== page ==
Electrical Engineering

Electrical Engineering is an evergreen subject. It’s legacy is remained intact even today. If you’re looking for a good education, it’s a great place to be. There are some very good professors in their respective fields. Although, it comes with a warning. The department is very academically oriented, and the workload is quite heavy, especially in the third year.  Also, scoring grades can be difficult at times. Placement wise, if you have been moderately attentive in your four years, you should be able to land a decent job.

In IIT,when the student enters college,he has high expectations with college life.He is not receptive to an intelligent understanding,for after a four year dose in the high school of the same vicious method of memorizing a large mass of half and even less understood matters, the student finds it far easier to memorize the contents of his textbooks than to use his intelligence to understand the subject matter.

Fortunately, the IIT’s realize that the first requirement of an electrical engineer is a thorough general education, and begin to realize that for this purpose it is not sufficient; to require general subjects for college entrance and relegate their study to the high school: for even if the average high school were what it should be and not what it actually is, much of the general knowledge required by an educated man cannot be taught in the high school, since during the high-school years the intelligence of the boy is not sufficiently ripened for its grasp, and a review in the college is necessary.

The glaring fault of the college curriculum is that quantity and not quality seems to be the object sought: the amount of instruction crowded into a four years course is far beyond that which even the better kind of student can possibly digest.CRAM CRAM CRAM !!! Last night preps,copying assignments,deadline submissions etc are normal.People are running after grades rather than gaining knowledge which should not be the case in reputed colleges like IIT.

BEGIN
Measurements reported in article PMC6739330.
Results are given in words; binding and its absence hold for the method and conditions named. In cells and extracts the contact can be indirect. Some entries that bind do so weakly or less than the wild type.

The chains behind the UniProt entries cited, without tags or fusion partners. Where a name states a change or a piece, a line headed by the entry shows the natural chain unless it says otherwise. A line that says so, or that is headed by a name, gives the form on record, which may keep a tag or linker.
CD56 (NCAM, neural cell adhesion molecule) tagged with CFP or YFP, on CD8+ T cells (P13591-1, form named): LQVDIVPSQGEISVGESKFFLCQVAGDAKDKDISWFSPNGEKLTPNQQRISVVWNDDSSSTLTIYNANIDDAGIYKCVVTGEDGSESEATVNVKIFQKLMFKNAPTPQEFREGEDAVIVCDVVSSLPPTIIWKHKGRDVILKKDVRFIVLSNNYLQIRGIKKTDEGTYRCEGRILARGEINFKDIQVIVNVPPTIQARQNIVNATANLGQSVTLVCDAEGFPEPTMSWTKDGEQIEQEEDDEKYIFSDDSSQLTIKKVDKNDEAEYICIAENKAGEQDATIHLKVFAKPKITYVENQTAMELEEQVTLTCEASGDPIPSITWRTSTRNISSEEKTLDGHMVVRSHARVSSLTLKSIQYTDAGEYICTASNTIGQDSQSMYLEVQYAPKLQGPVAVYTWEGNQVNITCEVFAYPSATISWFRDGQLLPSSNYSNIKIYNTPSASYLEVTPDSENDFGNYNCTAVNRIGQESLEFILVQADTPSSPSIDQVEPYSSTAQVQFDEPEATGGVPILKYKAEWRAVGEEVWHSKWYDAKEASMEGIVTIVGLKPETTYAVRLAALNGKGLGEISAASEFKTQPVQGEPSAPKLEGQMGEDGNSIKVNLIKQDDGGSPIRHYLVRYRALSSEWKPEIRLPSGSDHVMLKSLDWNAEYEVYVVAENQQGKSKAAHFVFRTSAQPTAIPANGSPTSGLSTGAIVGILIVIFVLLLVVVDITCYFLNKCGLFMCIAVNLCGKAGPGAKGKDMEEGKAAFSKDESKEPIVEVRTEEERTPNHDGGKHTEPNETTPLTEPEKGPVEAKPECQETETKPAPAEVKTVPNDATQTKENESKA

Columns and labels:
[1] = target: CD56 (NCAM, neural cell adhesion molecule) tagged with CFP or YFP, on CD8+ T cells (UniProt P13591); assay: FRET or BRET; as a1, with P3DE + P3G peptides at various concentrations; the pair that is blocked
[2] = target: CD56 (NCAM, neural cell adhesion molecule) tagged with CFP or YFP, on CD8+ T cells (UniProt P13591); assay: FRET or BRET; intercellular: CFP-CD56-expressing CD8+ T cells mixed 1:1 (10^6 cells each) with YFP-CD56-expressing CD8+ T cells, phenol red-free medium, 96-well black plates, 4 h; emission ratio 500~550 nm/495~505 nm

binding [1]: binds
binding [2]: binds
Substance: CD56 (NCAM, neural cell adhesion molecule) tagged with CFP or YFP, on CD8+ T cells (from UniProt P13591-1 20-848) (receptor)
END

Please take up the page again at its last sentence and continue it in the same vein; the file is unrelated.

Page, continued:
“Walk 10,000 miles. Read 10,000 books.”, Gu Yanwu, Ming dynasty scholar.

Gu Yanwu’s quote was about wisdom, but I think it can be readily applied to engineering expertise – it is gained through a combination of theoretical and experiential knowledge. Book learning by itself isn’t enough and practical experience is vital to understand how theory translates into practice.

I argued that the incentives in engineering school and industry are intrinsically incompatible. That is, no matter how hard engineering schools try, they will never train engineers to the expectations of industry simply because their values are inherently misaligned. Now I think that this misalignment doesn’t matter and that the purpose of engineering school (as it pertains to industry) is to provide a solid base of theoretical engineering knowledge. I believe that the problem lies in the shared perceptions of what an engineering degree means.

The popular perception seems to be that a newly-minted graduate is a junior engineer, exactly like a qualified engineer but with less experience. However I submit that graduates are not actually engineers yet. They are “half-formed” engineers that are yet to learn the skills and values that industry expects from “fully-formed” qualified engineers. The popular perception goes a long way to explaining why there are numerous complaints from companies that graduates are not yet “industry-ready”.

Of course they’re not “industry-ready”, and it’s insane to expect them to be. After all, most other professions such as law, accounting and medicine recognize that graduates come out of university only half-formed, and that a period of professional apprenticeship is necessary. At times, this concept seems to be lost on engineering companies.

So instead of making futile attempts to change engineering courses in order to satisfy the demands of industry, it would be more realistic to change the popular perception of what an engineering degree means.

Firstly, employers need to understand that they are getting at most half-formed engineers and that they are making an investment for the future. They should accept the responsibility of training the next generation of engineers, if not for the benefit of society as a whole, then at least for their own direct benefit by having a skilled labor pool in the future.

Secondly, engineering schools need to recognize that their values do not coincide with industry values, and that their attempts to align them are ultimately futile or would require massive structural changes to engineering courses.

Lastly, engineering students themselves must realize that earning a degree is only the first step to becoming a qualified engineer.We must be diversified as well as sophisticated in our branch and should have ample amount of knowledge about our core subjects.

-Harshit Gupta


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